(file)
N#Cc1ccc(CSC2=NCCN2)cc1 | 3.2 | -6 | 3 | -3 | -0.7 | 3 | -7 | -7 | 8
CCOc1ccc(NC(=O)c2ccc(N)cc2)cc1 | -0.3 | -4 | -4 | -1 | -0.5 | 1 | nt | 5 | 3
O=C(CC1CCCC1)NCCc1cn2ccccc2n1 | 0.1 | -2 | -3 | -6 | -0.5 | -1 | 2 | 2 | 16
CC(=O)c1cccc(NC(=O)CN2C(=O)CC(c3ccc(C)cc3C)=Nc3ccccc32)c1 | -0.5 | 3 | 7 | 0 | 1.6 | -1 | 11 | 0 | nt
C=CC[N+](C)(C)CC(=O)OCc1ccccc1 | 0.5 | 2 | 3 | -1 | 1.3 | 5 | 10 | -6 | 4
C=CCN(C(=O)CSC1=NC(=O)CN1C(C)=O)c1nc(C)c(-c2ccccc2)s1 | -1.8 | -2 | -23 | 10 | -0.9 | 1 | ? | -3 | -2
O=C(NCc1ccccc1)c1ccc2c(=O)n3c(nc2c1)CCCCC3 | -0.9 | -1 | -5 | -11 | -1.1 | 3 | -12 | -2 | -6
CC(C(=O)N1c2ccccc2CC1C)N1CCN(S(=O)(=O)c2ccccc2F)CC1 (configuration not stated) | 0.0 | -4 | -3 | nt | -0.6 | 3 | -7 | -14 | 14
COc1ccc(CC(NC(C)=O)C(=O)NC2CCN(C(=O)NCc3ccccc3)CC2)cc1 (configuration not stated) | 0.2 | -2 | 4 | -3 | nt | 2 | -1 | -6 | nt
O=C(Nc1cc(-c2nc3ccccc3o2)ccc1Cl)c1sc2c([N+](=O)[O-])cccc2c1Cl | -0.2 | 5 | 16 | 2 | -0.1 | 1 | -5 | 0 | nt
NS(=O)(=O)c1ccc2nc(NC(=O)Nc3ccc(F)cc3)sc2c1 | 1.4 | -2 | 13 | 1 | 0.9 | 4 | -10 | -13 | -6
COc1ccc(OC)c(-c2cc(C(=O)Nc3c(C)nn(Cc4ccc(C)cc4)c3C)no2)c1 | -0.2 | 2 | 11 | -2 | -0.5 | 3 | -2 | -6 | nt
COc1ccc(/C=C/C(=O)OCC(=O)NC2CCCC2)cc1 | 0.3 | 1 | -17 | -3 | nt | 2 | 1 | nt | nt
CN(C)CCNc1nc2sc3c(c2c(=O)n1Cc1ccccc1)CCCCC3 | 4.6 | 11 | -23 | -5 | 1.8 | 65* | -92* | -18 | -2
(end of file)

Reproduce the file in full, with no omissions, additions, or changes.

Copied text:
N#Cc1ccc(CSC2=NCCN2)cc1 | 3.2 | -6 | 3 | -3 | -0.7 | 3 | -7 | -7 | 8
CCOc1ccc(NC(=O)c2ccc(N)cc2)cc1 | -0.3 | -4 | -4 | -1 | -0.5 | 1 | nt | 5 | 3
O=C(CC1CCCC1)NCCc1cn2ccccc2n1 | 0.1 | -2 | -3 | -6 | -0.5 | -1 | 2 | 2 | 16
CC(=O)c1cccc(NC(=O)CN2C(=O)CC(c3ccc(C)cc3C)=Nc3ccccc32)c1 | -0.5 | 3 | 7 | 0 | 1.6 | -1 | 11 | 0 | nt
C=CC[N+](C)(C)CC(=O)OCc1ccccc1 | 0.5 | 2 | 3 | -1 | 1.3 | 5 | 10 | -6 | 4
C=CCN(C(=O)CSC1=NC(=O)CN1C(C)=O)c1nc(C)c(-c2ccccc2)s1 | -1.8 | -2 | -23 | 10 | -0.9 | 1 | ? | -3 | -2
O=C(NCc1ccccc1)c1ccc2c(=O)n3c(nc2c1)CCCCC3 | -0.9 | -1 | -5 | -11 | -1.1 | 3 | -12 | -2 | -6
CC(C(=O)N1c2ccccc2CC1C)N1CCN(S(=O)(=O)c2ccccc2F)CC1 (configuration not stated) | 0.0 | -4 | -3 | nt | -0.6 | 3 | -7 | -14 | 14
COc1ccc(CC(NC(C)=O)C(=O)NC2CCN(C(=O)NCc3ccccc3)CC2)cc1 (configuration not stated) | 0.2 | -2 | 4 | -3 | nt | 2 | -1 | -6 | nt
O=C(Nc1cc(-c2nc3ccccc3o2)ccc1Cl)c1sc2c([N+](=O)[O-])cccc2c1Cl | -0.2 | 5 | 16 | 2 | -0.1 | 1 | -5 | 0 | nt
NS(=O)(=O)c1ccc2nc(NC(=O)Nc3ccc(F)cc3)sc2c1 | 1.4 | -2 | 13 | 1 | 0.9 | 4 | -10 | -13 | -6
COc1ccc(OC)c(-c2cc(C(=O)Nc3c(C)nn(Cc4ccc(C)cc4)c3C)no2)c1 | -0.2 | 2 | 11 | -2 | -0.5 | 3 | -2 | -6 | nt
COc1ccc(/C=C/C(=O)OCC(=O)NC2CCCC2)cc1 | 0.3 | 1 | -17 | -3 | nt | 2 | 1 | nt | nt
CN(C)CCNc1nc2sc3c(c2c(=O)n1Cc1ccccc1)CCCCC3 | 4.6 | 11 | -23 | -5 | 1.8 | 65* | -92* | -18 | -2